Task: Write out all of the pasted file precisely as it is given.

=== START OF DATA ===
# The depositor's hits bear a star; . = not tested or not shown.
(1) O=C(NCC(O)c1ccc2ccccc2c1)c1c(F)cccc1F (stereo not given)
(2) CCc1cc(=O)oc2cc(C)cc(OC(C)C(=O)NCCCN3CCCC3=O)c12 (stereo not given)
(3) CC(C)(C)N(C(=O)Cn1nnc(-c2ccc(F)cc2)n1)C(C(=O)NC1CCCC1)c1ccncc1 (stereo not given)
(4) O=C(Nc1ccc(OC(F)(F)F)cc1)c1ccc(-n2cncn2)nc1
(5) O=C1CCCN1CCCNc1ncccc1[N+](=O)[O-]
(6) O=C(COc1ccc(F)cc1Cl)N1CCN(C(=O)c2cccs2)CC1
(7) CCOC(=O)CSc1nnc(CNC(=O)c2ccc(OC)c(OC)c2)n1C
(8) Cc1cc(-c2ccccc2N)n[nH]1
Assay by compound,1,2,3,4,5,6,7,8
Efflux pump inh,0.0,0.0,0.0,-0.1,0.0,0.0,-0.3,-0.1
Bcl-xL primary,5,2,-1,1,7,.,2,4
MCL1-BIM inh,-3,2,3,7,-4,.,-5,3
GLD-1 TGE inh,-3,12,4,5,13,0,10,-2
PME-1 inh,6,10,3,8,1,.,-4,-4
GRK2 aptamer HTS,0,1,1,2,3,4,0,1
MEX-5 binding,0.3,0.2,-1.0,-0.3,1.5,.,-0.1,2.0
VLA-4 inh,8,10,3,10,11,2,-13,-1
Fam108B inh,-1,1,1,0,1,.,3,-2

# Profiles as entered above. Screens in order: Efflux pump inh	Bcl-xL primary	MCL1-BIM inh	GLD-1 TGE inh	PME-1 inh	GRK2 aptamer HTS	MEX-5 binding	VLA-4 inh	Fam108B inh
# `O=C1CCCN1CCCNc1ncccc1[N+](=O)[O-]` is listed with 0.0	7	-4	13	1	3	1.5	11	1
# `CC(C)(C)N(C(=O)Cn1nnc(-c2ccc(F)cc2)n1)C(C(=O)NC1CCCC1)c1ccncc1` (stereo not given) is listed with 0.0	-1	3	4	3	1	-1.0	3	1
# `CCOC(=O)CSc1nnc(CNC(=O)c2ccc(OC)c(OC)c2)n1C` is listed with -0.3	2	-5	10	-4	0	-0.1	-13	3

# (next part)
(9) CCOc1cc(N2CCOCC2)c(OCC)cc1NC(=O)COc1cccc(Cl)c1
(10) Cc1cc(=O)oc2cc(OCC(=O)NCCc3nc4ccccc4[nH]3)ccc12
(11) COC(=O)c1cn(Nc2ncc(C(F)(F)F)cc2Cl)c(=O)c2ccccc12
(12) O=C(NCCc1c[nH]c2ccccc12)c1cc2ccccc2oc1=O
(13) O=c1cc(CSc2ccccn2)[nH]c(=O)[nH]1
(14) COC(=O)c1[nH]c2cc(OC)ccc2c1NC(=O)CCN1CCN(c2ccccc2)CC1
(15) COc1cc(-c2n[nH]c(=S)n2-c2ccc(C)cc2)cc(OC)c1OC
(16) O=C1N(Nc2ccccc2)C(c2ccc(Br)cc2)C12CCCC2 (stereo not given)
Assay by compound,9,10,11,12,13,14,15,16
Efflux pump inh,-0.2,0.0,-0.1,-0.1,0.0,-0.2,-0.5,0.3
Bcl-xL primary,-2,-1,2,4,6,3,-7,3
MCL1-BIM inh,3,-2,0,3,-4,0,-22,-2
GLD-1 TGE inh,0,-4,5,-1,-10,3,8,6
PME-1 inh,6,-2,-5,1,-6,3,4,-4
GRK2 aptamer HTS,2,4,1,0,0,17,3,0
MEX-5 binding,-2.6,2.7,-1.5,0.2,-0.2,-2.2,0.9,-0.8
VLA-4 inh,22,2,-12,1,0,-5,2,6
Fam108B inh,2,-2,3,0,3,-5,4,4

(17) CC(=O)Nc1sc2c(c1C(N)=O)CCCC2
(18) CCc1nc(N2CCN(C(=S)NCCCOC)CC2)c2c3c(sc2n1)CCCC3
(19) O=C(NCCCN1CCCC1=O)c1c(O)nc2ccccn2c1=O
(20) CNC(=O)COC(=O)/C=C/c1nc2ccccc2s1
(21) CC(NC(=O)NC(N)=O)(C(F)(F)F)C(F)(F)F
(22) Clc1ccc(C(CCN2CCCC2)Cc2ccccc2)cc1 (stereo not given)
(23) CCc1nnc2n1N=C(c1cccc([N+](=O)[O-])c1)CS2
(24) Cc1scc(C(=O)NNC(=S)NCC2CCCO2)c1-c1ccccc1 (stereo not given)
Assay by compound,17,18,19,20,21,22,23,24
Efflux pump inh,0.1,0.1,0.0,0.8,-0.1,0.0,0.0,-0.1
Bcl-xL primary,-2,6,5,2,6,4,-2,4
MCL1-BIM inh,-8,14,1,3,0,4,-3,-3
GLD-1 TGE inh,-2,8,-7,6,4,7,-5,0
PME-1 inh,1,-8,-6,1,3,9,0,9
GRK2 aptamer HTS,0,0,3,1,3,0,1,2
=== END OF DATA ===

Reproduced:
# The depositor's hits bear a star; . = not tested or not shown.
(1) O=C(NCC(O)c1ccc2ccccc2c1)c1c(F)cccc1F (stereo not given)
(2) CCc1cc(=O)oc2cc(C)cc(OC(C)C(=O)NCCCN3CCCC3=O)c12 (stereo not given)
(3) CC(C)(C)N(C(=O)Cn1nnc(-c2ccc(F)cc2)n1)C(C(=O)NC1CCCC1)c1ccncc1 (stereo not given)
(4) O=C(Nc1ccc(OC(F)(F)F)cc1)c1ccc(-n2cncn2)nc1
(5) O=C1CCCN1CCCNc1ncccc1[N+](=O)[O-]
(6) O=C(COc1ccc(F)cc1Cl)N1CCN(C(=O)c2cccs2)CC1
(7) CCOC(=O)CSc1nnc(CNC(=O)c2ccc(OC)c(OC)c2)n1C
(8) Cc1cc(-c2ccccc2N)n[nH]1
Assay by compound,1,2,3,4,5,6,7,8
Efflux pump inh,0.0,0.0,0.0,-0.1,0.0,0.0,-0.3,-0.1
Bcl-xL primary,5,2,-1,1,7,.,2,4
MCL1-BIM inh,-3,2,3,7,-4,.,-5,3
GLD-1 TGE inh,-3,12,4,5,13,0,10,-2
PME-1 inh,6,10,3,8,1,.,-4,-4
GRK2 aptamer HTS,0,1,1,2,3,4,0,1
MEX-5 binding,0.3,0.2,-1.0,-0.3,1.5,.,-0.1,2.0
VLA-4 inh,8,10,3,10,11,2,-13,-1
Fam108B inh,-1,1,1,0,1,.,3,-2

# Profiles as entered above. Screens in order: Efflux pump inh	Bcl-xL primary	MCL1-BIM inh	GLD-1 TGE inh	PME-1 inh	GRK2 aptamer HTS	MEX-5 binding	VLA-4 inh	Fam108B inh
# `O=C1CCCN1CCCNc1ncccc1[N+](=O)[O-]` is listed with 0.0	7	-4	13	1	3	1.5	11	1
# `CC(C)(C)N(C(=O)Cn1nnc(-c2ccc(F)cc2)n1)C(C(=O)NC1CCCC1)c1ccncc1` (stereo not given) is listed with 0.0	-1	3	4	3	1	-1.0	3	1
# `CCOC(=O)CSc1nnc(CNC(=O)c2ccc(OC)c(OC)c2)n1C` is listed with -0.3	2	-5	10	-4	0	-0.1	-13	3

# (next part)
(9) CCOc1cc(N2CCOCC2)c(OCC)cc1NC(=O)COc1cccc(Cl)c1
(10) Cc1cc(=O)oc2cc(OCC(=O)NCCc3nc4ccccc4[nH]3)ccc12
(11) COC(=O)c1cn(Nc2ncc(C(F)(F)F)cc2Cl)c(=O)c2ccccc12
(12) O=C(NCCc1c[nH]c2ccccc12)c1cc2ccccc2oc1=O
(13) O=c1cc(CSc2ccccn2)[nH]c(=O)[nH]1
(14) COC(=O)c1[nH]c2cc(OC)ccc2c1NC(=O)CCN1CCN(c2ccccc2)CC1
(15) COc1cc(-c2n[nH]c(=S)n2-c2ccc(C)cc2)cc(OC)c1OC
(16) O=C1N(Nc2ccccc2)C(c2ccc(Br)cc2)C12CCCC2 (stereo not given)
Assay by compound,9,10,11,12,13,14,15,16
Efflux pump inh,-0.2,0.0,-0.1,-0.1,0.0,-0.2,-0.5,0.3
Bcl-xL primary,-2,-1,2,4,6,3,-7,3
MCL1-BIM inh,3,-2,0,3,-4,0,-22,-2
GLD-1 TGE inh,0,-4,5,-1,-10,3,8,6
PME-1 inh,6,-2,-5,1,-6,3,4,-4
GRK2 aptamer HTS,2,4,1,0,0,17,3,0
MEX-5 binding,-2.6,2.7,-1.5,0.2,-0.2,-2.2,0.9,-0.8
VLA-4 inh,22,2,-12,1,0,-5,2,6
Fam108B inh,2,-2,3,0,3,-5,4,4

(17) CC(=O)Nc1sc2c(c1C(N)=O)CCCC2
(18) CCc1nc(N2CCN(C(=S)NCCCOC)CC2)c2c3c(sc2n1)CCCC3
(19) O=C(NCCCN1CCCC1=O)c1c(O)nc2ccccn2c1=O
(20) CNC(=O)COC(=O)/C=C/c1nc2ccccc2s1
(21) CC(NC(=O)NC(N)=O)(C(F)(F)F)C(F)(F)F
(22) Clc1ccc(C(CCN2CCCC2)Cc2ccccc2)cc1 (stereo not given)
(23) CCc1nnc2n1N=C(c1cccc([N+](=O)[O-])c1)CS2
(24) Cc1scc(C(=O)NNC(=S)NCC2CCCO2)c1-c1ccccc1 (stereo not given)
Assay by compound,17,18,19,20,21,22,23,24
Efflux pump inh,0.1,0.1,0.0,0.8,-0.1,0.0,0.0,-0.1
Bcl-xL primary,-2,6,5,2,6,4,-2,4
MCL1-BIM inh,-8,14,1,3,0,4,-3,-3
GLD-1 TGE inh,-2,8,-7,6,4,7,-5,0
PME-1 inh,1,-8,-6,1,3,9,0,9
GRK2 aptamer HTS,0,0,3,1,3,0,1,2